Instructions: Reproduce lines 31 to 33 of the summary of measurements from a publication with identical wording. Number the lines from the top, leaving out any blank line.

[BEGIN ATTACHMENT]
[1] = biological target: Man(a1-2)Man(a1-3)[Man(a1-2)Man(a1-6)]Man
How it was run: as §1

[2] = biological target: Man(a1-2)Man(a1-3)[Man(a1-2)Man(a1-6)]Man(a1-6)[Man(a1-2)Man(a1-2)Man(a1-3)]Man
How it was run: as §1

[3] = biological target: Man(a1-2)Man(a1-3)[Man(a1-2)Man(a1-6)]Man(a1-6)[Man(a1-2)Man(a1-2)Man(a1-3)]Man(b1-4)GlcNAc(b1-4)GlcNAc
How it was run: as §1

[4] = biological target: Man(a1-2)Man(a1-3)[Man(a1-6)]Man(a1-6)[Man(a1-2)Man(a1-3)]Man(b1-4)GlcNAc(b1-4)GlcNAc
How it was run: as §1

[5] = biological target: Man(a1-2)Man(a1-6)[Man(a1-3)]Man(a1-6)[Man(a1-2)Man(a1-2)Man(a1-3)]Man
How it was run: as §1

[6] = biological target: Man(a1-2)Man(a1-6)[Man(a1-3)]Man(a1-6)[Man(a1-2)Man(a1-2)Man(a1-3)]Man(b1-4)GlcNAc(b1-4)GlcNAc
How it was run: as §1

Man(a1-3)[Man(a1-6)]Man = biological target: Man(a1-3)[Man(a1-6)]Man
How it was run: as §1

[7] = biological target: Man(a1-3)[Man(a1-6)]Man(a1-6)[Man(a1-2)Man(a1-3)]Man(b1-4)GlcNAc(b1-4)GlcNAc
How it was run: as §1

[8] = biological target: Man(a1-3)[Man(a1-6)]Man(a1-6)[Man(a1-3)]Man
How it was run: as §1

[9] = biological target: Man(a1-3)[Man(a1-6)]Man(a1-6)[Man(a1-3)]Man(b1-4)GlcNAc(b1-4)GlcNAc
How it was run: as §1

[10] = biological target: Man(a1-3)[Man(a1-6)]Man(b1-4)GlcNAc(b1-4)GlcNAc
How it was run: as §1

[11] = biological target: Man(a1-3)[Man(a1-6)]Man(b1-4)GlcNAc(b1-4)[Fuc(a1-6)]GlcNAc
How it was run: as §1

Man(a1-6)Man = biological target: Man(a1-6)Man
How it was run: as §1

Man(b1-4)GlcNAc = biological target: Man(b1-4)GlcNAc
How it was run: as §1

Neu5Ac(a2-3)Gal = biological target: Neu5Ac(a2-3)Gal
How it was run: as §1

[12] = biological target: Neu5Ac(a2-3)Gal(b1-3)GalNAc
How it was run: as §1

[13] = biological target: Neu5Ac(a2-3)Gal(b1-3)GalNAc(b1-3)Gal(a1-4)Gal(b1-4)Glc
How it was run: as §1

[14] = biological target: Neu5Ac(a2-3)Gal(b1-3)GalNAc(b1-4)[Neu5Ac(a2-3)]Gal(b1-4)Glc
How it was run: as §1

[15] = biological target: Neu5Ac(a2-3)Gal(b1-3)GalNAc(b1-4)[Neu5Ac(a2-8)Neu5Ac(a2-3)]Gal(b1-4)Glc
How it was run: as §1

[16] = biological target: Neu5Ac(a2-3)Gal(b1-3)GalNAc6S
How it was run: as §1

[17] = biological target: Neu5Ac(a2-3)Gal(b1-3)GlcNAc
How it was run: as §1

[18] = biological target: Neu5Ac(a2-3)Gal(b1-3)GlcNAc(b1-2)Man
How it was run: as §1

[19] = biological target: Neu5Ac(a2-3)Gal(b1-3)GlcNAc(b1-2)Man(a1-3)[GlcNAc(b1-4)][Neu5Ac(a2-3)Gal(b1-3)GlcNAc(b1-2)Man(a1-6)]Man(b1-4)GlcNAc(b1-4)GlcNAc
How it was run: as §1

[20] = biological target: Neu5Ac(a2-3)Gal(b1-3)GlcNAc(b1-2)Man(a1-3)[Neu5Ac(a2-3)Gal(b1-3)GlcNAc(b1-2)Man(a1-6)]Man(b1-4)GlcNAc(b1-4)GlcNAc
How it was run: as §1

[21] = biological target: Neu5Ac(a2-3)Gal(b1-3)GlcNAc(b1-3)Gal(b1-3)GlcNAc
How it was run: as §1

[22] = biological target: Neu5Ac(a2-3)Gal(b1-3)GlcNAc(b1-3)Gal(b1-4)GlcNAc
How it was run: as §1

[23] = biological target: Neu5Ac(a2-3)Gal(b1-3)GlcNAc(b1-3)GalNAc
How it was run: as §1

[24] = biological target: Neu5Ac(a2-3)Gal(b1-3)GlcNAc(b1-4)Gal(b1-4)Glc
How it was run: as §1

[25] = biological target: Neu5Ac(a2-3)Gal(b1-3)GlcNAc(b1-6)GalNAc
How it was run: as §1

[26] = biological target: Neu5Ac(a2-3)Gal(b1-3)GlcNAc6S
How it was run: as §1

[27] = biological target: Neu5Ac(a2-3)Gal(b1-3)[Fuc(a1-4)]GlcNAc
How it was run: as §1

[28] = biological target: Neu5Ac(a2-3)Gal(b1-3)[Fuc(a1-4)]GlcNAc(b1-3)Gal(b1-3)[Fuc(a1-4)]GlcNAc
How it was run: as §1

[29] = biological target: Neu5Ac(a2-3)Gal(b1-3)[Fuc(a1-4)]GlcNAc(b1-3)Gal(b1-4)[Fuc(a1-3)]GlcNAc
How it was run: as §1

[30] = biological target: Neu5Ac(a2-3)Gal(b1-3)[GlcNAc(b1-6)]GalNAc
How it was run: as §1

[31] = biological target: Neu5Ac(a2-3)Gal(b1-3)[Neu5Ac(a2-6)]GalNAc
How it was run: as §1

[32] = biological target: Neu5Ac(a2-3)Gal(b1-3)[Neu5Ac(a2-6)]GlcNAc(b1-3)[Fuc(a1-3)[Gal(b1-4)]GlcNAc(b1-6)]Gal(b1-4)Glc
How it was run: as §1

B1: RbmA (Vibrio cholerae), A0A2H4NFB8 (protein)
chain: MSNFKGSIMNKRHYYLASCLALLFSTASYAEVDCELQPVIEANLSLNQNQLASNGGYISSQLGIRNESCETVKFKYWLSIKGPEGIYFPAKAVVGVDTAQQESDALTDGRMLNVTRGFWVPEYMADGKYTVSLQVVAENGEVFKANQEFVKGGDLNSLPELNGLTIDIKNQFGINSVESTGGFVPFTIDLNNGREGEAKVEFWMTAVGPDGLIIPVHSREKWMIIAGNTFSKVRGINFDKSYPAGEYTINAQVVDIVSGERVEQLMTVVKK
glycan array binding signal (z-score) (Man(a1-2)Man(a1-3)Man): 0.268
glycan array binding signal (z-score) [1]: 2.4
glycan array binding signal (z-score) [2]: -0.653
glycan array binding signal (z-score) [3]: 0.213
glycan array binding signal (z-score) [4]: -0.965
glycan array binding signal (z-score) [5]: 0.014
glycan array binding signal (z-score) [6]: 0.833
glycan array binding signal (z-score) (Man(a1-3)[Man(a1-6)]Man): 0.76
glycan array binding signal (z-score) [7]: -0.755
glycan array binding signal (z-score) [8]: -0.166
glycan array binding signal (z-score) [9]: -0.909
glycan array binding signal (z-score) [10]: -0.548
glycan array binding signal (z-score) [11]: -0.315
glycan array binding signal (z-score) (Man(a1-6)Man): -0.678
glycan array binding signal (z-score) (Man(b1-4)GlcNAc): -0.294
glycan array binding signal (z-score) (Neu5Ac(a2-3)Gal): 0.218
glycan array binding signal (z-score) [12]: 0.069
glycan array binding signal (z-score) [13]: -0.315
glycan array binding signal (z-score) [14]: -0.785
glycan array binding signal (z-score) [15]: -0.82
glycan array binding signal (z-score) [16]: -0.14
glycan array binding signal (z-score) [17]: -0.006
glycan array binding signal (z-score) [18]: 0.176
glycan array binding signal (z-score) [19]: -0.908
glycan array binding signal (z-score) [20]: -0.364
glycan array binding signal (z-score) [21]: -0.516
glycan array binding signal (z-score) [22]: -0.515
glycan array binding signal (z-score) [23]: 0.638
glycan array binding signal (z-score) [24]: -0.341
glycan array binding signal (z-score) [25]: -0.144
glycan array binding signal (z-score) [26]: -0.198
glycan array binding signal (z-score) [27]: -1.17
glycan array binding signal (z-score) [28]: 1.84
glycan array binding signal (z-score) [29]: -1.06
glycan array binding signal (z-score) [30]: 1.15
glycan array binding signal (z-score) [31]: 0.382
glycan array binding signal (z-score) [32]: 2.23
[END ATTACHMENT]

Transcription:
[12] = biological target: Neu5Ac(a2-3)Gal(b1-3)GalNAc
How it was run: as §1

[13] = biological target: Neu5Ac(a2-3)Gal(b1-3)GalNAc(b1-3)Gal(a1-4)Gal(b1-4)Glc